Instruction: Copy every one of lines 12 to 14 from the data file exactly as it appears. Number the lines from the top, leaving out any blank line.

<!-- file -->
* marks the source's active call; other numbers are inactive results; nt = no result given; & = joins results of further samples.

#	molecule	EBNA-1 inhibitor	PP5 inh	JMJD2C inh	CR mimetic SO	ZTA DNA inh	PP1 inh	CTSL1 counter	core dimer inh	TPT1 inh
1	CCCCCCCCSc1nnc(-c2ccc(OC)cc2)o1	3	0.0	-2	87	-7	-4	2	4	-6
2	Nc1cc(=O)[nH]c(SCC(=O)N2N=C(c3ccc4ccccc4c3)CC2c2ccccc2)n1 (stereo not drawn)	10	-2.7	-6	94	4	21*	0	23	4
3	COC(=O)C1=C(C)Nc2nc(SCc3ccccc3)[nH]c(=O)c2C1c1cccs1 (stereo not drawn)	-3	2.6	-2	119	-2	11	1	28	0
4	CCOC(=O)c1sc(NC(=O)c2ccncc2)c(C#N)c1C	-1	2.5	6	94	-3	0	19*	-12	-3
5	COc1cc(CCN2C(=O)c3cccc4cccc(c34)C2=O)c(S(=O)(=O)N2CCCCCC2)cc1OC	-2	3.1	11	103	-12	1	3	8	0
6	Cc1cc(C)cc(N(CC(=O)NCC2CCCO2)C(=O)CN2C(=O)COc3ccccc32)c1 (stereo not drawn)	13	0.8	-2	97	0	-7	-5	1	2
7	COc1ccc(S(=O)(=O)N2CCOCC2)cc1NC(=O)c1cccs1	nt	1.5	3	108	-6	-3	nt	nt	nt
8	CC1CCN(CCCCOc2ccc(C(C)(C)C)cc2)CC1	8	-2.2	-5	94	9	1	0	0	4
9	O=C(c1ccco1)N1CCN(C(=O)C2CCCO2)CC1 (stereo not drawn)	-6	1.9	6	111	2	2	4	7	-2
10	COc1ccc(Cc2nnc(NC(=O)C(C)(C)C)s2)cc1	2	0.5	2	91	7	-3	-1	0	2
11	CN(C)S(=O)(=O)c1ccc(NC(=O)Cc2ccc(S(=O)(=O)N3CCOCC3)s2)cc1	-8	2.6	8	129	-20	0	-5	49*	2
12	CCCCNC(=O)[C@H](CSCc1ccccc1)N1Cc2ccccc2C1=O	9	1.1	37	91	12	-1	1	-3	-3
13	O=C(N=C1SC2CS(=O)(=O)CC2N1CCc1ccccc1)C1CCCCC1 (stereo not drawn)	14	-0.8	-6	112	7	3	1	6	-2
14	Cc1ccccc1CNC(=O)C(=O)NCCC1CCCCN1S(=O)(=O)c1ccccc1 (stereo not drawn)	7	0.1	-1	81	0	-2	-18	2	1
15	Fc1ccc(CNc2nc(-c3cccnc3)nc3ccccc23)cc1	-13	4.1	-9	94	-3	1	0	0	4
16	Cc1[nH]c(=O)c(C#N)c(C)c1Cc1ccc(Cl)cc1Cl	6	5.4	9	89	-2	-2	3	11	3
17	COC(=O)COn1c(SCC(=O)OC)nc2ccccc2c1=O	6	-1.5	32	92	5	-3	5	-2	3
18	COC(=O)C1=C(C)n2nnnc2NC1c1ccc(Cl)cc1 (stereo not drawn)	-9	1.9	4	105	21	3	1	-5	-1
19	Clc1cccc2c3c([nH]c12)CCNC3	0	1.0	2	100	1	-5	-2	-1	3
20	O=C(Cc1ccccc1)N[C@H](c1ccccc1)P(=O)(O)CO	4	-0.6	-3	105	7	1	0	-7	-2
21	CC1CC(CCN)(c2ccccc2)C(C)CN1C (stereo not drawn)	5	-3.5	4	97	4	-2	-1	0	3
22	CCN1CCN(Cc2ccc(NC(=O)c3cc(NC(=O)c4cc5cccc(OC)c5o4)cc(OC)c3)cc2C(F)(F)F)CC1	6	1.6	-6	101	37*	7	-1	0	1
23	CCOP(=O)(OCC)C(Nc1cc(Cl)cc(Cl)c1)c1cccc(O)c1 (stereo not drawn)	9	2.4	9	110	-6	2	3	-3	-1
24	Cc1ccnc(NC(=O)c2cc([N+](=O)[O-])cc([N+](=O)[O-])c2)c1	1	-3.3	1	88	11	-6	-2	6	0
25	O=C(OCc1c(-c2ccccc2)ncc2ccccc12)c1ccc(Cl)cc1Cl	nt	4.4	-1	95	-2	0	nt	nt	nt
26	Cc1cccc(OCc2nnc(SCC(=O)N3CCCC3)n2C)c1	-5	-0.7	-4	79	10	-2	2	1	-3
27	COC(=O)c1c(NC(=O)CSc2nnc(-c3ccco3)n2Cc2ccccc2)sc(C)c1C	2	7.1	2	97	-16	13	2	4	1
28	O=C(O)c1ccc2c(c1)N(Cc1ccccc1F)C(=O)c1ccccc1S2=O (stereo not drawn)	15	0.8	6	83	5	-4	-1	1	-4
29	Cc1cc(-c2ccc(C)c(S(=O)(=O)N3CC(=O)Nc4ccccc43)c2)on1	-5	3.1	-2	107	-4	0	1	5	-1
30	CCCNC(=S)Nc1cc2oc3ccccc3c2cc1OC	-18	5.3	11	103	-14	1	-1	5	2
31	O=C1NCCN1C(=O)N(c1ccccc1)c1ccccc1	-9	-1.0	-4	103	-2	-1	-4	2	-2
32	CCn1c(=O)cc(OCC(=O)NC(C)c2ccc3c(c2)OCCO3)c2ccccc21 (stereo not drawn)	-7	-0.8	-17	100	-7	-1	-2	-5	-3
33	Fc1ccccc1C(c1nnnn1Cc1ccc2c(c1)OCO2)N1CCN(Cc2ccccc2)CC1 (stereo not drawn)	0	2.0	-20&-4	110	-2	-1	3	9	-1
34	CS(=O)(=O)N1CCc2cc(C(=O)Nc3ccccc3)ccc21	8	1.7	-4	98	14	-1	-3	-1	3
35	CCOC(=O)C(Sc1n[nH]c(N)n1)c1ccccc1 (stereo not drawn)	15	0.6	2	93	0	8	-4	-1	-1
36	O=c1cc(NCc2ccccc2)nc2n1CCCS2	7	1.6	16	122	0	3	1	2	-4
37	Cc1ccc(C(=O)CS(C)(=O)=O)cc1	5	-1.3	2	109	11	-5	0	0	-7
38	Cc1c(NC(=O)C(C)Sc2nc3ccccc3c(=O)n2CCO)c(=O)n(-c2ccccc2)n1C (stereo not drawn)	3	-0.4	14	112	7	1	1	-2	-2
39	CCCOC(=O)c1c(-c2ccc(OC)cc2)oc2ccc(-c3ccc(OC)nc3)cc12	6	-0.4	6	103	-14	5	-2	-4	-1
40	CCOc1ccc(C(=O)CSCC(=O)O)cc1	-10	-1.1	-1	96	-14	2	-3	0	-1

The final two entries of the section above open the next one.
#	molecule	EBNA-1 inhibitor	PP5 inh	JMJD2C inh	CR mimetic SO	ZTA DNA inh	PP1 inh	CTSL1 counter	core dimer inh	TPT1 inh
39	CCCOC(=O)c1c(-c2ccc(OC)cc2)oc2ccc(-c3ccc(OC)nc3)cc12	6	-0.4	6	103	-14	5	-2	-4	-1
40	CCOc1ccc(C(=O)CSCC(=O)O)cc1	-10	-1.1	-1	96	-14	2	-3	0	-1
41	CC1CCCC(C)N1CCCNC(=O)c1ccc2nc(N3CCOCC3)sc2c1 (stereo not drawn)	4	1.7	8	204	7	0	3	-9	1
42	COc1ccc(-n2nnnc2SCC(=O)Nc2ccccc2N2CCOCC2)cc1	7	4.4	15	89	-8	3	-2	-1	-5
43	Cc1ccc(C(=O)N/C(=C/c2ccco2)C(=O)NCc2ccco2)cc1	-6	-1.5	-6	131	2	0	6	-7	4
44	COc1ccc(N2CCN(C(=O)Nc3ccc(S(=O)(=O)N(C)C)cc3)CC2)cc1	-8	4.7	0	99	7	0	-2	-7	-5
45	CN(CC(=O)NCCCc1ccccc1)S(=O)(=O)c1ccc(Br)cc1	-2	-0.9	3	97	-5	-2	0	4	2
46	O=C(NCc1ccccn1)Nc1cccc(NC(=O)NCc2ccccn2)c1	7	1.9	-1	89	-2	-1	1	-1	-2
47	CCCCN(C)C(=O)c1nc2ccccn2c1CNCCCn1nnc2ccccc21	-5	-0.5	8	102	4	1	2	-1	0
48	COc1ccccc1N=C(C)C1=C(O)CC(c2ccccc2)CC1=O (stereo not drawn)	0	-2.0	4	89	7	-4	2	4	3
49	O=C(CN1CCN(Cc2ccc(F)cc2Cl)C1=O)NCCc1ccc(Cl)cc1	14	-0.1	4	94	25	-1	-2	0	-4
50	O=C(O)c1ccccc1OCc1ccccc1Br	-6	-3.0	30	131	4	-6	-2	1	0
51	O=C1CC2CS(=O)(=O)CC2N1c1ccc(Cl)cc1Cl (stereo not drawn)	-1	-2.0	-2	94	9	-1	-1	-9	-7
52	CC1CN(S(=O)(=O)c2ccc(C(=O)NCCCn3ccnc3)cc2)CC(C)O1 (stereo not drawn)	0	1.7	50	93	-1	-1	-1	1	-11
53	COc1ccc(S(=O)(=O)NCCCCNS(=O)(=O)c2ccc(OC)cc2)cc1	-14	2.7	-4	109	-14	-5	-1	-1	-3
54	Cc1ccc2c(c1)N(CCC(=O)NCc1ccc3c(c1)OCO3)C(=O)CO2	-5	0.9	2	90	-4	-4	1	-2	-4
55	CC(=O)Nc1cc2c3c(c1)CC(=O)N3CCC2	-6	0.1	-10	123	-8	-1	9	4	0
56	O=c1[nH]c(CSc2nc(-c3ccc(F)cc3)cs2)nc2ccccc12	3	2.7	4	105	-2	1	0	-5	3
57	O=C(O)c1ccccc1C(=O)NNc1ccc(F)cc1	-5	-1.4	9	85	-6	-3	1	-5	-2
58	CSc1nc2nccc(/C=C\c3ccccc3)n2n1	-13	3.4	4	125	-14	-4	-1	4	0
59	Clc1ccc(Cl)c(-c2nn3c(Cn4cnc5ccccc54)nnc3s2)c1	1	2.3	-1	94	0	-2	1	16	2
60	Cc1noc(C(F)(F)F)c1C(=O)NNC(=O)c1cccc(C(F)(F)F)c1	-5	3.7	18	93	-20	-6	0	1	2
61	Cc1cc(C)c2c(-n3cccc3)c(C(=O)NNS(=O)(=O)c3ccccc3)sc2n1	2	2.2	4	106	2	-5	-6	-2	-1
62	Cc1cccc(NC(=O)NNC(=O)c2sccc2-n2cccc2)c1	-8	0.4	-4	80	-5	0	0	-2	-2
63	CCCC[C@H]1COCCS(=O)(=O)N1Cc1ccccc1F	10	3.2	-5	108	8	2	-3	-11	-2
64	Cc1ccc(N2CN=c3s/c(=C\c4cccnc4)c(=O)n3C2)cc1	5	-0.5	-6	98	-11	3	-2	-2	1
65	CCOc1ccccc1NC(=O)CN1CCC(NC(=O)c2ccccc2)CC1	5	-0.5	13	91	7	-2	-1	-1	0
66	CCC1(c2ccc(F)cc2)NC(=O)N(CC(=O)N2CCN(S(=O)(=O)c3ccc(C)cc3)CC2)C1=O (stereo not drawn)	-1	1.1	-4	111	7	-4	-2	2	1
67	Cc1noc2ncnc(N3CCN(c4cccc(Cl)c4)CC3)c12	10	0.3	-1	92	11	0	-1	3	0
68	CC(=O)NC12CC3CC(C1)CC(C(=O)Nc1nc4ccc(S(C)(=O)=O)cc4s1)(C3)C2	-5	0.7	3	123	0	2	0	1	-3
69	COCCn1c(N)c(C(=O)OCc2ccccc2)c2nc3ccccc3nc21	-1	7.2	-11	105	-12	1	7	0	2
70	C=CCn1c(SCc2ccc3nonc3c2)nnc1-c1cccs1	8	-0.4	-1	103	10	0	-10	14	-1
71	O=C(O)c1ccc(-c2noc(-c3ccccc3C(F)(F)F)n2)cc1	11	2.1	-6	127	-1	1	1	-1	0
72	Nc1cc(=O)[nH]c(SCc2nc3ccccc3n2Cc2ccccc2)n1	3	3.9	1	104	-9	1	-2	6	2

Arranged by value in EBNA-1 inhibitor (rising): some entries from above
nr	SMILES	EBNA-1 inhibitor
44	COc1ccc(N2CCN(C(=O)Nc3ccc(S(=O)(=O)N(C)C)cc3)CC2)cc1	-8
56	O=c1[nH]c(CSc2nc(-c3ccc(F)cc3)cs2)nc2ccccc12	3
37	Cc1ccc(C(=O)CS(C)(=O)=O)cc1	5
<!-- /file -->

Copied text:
10	COc1ccc(Cc2nnc(NC(=O)C(C)(C)C)s2)cc1	2	0.5	2	91	7	-3	-1	0	2
11	CN(C)S(=O)(=O)c1ccc(NC(=O)Cc2ccc(S(=O)(=O)N3CCOCC3)s2)cc1	-8	2.6	8	129	-20	0	-5	49*	2
12	CCCCNC(=O)[C@H](CSCc1ccccc1)N1Cc2ccccc2C1=O	9	1.1	37	91	12	-1	1	-3	-3